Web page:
This study uses the 2015 ‘Storm Frank’ flood on the River Dee, Aberdeenshire, to assess the impact of extreme events on river dynamics. The Storm Frank flood (>200 year recurrence interval) caused significant local morphological change that was concentrated in the middle portion of the 140 km long river and overall net degradation that primarily occurred through lateral adjustment processes. Although the flood did not cause widespread change in channel planform, morphological change at the reach scale (<1 km) was significant. Bank scour resulted in channel expansion and lateral migration as well as widespread aggradation on existing gravel beds. The HEC-RAS and CAESAR–Lisflood models were used to determine the impact of morphological changes from the Storm Frank flood on a series of future hypothetical floods. The results show that inundation is highly influenced by the degree of morphological change for moderate floods, but not for high magnitude ones. In-channel scour and bank erosion can lead to an increase in channel capacity, thereby decreasing inundation. Conversely, where conveyance capacity is decreased by aggradation, flood risk inherently increases. The impact of these changes was great for a five-year return period flood, but minimal for a magnitude flood comparable to that of Storm Frank. Our modelling results also reveal that the inundation model is sensitive to the grain size and channel bed roughness input parameters, as these parameters impact flow discharge and flood hydraulics. Accurate determination of sediment parameters and degree of morphological change is therefore critical in flooding modelling and flood hazard management.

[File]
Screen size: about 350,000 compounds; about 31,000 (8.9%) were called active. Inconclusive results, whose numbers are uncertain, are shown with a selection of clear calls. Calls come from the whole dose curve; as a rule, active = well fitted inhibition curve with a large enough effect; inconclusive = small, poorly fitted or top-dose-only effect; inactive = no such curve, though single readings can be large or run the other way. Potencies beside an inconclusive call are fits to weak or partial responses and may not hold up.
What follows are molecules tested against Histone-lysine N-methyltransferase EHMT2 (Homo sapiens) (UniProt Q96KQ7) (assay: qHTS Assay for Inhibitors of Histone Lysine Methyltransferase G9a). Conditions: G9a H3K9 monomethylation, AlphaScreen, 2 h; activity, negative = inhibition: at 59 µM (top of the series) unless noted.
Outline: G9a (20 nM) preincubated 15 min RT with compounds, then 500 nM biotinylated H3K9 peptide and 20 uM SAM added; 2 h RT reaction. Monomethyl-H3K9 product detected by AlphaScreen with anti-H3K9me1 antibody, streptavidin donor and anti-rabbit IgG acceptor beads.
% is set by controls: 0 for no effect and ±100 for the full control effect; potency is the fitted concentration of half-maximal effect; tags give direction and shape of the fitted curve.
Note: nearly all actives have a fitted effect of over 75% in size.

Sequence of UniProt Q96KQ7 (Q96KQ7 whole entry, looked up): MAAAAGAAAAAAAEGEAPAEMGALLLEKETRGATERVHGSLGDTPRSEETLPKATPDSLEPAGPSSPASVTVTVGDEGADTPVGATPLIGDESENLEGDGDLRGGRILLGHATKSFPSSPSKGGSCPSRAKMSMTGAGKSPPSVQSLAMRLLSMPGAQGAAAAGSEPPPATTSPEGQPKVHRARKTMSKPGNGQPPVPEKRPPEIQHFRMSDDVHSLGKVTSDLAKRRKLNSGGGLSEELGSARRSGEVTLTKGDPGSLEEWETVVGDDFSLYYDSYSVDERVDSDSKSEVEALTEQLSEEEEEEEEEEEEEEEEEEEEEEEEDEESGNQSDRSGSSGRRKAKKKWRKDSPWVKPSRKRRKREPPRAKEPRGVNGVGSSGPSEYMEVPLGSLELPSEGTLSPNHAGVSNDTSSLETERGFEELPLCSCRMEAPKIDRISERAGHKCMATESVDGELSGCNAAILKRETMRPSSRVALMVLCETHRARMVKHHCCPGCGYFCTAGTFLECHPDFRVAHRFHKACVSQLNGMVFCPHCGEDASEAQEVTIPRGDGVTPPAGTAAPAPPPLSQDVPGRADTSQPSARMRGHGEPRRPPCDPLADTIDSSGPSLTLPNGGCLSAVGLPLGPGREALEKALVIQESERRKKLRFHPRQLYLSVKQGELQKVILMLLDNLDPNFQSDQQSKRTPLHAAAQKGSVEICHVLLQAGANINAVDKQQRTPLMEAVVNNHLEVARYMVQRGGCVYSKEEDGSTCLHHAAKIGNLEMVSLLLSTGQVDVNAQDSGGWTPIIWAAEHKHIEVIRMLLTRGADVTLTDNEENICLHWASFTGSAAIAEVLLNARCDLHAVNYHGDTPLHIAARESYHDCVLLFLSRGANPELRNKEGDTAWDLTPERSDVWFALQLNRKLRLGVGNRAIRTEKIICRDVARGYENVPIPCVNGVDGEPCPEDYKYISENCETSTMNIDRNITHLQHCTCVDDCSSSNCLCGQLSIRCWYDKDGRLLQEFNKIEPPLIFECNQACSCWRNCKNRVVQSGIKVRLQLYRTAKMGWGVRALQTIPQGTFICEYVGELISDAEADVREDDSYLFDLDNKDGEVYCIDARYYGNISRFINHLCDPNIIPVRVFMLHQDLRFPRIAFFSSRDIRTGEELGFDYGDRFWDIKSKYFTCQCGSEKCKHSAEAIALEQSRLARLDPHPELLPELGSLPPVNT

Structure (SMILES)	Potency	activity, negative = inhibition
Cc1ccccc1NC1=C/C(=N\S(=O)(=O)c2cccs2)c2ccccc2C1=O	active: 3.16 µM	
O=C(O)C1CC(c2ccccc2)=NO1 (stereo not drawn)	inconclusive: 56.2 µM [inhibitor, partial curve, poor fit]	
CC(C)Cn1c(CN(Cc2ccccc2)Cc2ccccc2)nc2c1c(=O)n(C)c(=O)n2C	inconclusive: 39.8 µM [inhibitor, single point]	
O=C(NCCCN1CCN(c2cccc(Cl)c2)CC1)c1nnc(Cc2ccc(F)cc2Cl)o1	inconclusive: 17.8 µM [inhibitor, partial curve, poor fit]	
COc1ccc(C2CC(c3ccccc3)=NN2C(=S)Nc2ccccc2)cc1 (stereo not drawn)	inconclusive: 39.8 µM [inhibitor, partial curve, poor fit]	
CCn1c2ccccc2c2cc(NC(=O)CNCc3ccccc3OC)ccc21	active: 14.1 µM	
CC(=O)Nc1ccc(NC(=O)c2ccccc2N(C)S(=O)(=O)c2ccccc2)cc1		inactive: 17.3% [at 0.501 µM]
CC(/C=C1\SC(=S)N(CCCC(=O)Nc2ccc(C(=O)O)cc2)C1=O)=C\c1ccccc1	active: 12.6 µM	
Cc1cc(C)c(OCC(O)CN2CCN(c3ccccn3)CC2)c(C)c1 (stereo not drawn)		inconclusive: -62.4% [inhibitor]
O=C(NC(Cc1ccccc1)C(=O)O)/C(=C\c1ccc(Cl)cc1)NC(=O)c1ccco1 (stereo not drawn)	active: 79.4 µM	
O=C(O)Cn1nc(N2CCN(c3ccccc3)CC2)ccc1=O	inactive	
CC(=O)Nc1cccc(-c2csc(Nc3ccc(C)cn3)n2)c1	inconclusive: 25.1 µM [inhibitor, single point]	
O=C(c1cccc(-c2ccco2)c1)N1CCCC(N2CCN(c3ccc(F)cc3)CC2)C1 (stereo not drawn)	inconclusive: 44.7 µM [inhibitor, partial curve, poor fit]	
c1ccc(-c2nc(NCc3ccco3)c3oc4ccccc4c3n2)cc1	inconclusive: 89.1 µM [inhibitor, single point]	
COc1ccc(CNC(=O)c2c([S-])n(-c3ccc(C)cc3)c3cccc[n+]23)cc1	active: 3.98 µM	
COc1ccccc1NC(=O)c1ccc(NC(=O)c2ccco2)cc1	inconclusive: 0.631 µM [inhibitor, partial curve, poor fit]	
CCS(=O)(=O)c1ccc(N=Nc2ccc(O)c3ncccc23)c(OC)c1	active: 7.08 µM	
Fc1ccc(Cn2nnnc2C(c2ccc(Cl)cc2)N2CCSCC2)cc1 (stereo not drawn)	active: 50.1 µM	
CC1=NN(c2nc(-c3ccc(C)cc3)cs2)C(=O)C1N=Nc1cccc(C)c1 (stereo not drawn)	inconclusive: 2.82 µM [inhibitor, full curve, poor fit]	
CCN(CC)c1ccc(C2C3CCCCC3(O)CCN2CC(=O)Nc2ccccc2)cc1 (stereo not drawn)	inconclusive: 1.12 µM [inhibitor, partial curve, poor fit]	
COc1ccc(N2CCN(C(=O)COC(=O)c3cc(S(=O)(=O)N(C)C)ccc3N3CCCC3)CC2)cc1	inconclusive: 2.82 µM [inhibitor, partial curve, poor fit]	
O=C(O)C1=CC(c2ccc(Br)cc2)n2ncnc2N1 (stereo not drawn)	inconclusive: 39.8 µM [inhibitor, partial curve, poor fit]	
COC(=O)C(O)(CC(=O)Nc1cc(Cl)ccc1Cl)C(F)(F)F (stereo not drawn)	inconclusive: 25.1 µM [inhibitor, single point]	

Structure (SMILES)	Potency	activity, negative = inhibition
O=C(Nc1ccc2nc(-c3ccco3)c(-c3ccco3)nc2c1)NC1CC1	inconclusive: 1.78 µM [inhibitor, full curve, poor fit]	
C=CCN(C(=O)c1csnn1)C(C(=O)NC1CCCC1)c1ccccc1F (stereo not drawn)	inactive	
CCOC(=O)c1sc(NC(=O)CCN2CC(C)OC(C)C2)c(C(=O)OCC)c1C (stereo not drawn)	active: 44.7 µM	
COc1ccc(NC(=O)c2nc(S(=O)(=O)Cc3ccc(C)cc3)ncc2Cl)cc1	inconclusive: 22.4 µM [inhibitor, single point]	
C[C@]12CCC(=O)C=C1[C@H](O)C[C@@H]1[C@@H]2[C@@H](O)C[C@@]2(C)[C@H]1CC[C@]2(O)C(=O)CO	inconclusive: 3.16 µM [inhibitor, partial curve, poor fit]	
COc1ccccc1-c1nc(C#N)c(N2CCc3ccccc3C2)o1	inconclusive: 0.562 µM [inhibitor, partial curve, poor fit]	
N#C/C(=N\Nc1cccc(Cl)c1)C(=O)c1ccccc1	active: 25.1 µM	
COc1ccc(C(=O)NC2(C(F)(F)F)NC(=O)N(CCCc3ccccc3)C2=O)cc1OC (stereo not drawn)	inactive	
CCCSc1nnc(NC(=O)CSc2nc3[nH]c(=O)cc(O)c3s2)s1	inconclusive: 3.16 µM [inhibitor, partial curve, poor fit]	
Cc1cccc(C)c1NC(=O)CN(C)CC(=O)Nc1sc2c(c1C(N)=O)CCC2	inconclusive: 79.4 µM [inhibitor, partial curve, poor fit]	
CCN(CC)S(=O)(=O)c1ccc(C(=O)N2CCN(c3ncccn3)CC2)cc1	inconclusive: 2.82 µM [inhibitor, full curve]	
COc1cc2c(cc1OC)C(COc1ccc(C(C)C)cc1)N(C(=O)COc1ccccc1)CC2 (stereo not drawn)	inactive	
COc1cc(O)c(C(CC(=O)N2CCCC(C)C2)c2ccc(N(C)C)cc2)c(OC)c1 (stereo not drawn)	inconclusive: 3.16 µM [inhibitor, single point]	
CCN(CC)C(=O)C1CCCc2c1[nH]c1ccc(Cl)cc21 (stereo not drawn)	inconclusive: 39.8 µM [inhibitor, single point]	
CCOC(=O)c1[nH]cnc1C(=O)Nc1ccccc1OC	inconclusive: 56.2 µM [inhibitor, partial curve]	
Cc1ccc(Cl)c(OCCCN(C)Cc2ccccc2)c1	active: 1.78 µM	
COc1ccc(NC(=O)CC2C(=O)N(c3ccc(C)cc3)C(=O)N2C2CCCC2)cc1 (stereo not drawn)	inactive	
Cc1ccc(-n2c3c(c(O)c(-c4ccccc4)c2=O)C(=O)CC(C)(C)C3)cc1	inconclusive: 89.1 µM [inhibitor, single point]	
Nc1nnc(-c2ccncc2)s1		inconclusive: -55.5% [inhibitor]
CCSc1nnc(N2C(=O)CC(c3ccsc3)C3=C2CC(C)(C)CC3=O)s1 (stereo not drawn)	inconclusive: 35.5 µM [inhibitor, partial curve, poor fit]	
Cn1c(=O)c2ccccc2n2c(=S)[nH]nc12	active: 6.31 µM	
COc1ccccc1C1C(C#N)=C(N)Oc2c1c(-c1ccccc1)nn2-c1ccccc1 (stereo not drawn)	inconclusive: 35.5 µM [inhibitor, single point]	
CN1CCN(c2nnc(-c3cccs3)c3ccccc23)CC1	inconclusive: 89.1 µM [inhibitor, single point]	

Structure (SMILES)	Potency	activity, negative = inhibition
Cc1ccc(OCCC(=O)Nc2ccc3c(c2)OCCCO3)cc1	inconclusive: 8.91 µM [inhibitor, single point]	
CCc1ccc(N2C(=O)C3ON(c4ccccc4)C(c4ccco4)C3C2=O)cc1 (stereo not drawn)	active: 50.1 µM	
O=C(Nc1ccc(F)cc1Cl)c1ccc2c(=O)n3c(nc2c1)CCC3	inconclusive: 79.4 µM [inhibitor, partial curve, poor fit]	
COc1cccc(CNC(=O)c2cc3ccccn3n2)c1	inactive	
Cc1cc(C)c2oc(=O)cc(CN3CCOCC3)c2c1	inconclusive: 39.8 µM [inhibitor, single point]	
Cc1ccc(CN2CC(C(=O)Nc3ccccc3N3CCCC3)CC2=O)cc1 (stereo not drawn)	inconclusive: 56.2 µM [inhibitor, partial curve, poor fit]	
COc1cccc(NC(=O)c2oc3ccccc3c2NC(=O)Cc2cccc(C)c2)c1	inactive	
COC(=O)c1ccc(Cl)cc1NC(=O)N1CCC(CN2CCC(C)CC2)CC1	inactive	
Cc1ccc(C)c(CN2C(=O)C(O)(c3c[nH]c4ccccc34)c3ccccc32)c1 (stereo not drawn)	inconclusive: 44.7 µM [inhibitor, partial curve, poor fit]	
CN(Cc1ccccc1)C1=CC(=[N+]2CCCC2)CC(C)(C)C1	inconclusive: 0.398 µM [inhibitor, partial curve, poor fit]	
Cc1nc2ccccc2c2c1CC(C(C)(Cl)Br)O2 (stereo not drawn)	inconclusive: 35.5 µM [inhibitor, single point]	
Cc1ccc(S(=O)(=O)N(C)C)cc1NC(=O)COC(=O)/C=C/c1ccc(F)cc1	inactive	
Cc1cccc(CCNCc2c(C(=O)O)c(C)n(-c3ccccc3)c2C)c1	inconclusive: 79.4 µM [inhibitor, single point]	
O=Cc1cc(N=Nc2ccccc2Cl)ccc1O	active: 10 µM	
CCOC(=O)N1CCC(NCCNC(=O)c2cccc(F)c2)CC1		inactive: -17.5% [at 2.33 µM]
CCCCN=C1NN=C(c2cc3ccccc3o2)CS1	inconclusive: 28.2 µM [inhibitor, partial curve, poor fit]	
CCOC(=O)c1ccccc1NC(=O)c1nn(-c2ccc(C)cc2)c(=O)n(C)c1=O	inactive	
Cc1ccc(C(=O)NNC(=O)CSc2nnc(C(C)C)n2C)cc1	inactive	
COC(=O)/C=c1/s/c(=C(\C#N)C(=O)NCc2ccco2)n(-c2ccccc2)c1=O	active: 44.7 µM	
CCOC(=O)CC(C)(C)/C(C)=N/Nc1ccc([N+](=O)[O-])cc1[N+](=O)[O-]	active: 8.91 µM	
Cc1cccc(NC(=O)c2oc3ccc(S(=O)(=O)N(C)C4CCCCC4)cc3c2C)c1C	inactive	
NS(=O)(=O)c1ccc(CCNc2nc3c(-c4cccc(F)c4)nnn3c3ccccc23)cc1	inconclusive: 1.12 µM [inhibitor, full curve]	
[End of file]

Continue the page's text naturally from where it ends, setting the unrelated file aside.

Supplementary material: Peak discharge and rainfall during the 2015 Storm Frank storm, parameters used in the hydrological model CAESAR–Lisflood and sediment budget statistics of each DEM of difference threshold are available at:

Thematic collection: This article is part of the Early Career Research collection available at:

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